warning message
Name Password:  
search

News

 
 

Companies Are Bought, Not Sold

Friday, January 20, 2017

"Coffee is for closers"…..an immortal line from the movie Glengarry Glen Ross.

Not long ago, sales aptitude was measured by one’s ability to listen, overcome objections, and leave the buyer with no logical choice but to buy your wares. Generations of successful salesmen flourished using the vaunted Xerox selling regimen. If they didn’t fend off five sets of objections before giving up, they weren’t doing their job.

Unfortunately (or, rather, fortunately), that type of hard sell doesn’t work in the world of M&A. Acquirers won’t suffer sellers (or their advisors) attempting to overcome their resistance like a car salesman. Experienced buyers have well-defined parameters for their acquisition activity, and seek acquisitions typically to solve a particular need, such as patching an intellectual property deficiency, gaining new customers, or enhancing their suite of products/services. If you are selling your company, buyers will usually give you a chance to briefly describe your company, but if you want a full hearing, you need to tell the buyer why your company would be a good fit.

This requires a bit of homework before making the approach and employing a few vital tactics:

  • For each potential buyer, sellers should seek to fill the gap: Do an assessment of where and in what way your competitors are lacking. Try to be the “buy” in a competitor’s build-or-buy decision. That worked well for one of Intuit’s acquisitions, Check, a mobile payments company. Intuit’s Mint and Quicken customers wanted bill pay functionality as part of the overall solution. After developing the technology proved harder than they had thought, Intuit bought Check to bring that feature to market faster.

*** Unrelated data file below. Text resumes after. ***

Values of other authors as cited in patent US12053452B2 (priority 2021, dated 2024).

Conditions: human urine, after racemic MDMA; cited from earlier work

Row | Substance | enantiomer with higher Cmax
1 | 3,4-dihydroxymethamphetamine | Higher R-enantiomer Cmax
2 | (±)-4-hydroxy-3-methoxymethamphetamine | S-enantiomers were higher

• Get your company on the radar of potential buyers, well in advance of a sale. Shrewd CEOs will get to know the key players in their industry, meeting them at industry events and using their contacts to gain an opportunity to show their product. Companies that cultivate an early relationship with potential buyers have a substantially higher probability of being acquired than companies that are introduced to the corporate development team cold.

  • Finally, be sure to understand the key metrics that drive acquisitions in your industry and use them in the management of your own company. Pay attention to the rationale acquirers give when they announce a deal and the pro forma impact it will have on KPIs. When Datalogix (acquired by Oracle) acquired Spire Marketing, a shopper analytics company, they cited Spire’s relationship with 24 regional supermarket retailers who had a combined 30 million households in their database, or approximately one third of all U.S. households. Whatever your industry, manage your company in such a way that the acquirer sees you as immediately incremental to the variables they use to evaluate their business.


While it may seem counterintuitive, selling your company is very different than selling your product or service. Attracting the right buyer entails a long sales cycle, and the highest chance for success comes from positioning yourself such that when the timing is right, you’ll get the call.

About Berkery Noyes

Berkery Noyes is an independent investment bank that provides M&A advisory and financial consulting services to middle market companies in the information and technology industries. The firm offers skilled transaction management to publicly traded and privately held businesses and private equity groups in both sell-side and buy-side transactions. Berkery Noyes has managed over 500 transactions, ranging from several million to more than four billion dollars in value.

About Martin Magida

Martin Magida is a Managing Director at Berkery Noyes, where he primarily assists clients with raising growth capital in the debt and equity markets. He also provides M&A advisory services to companies throughout the middle market. Martin holds a BA in Political Science from Union College and an MBA in Finance from the Leonard N. Stern School of Business at New York University, and is a Chartered Financial Analyst.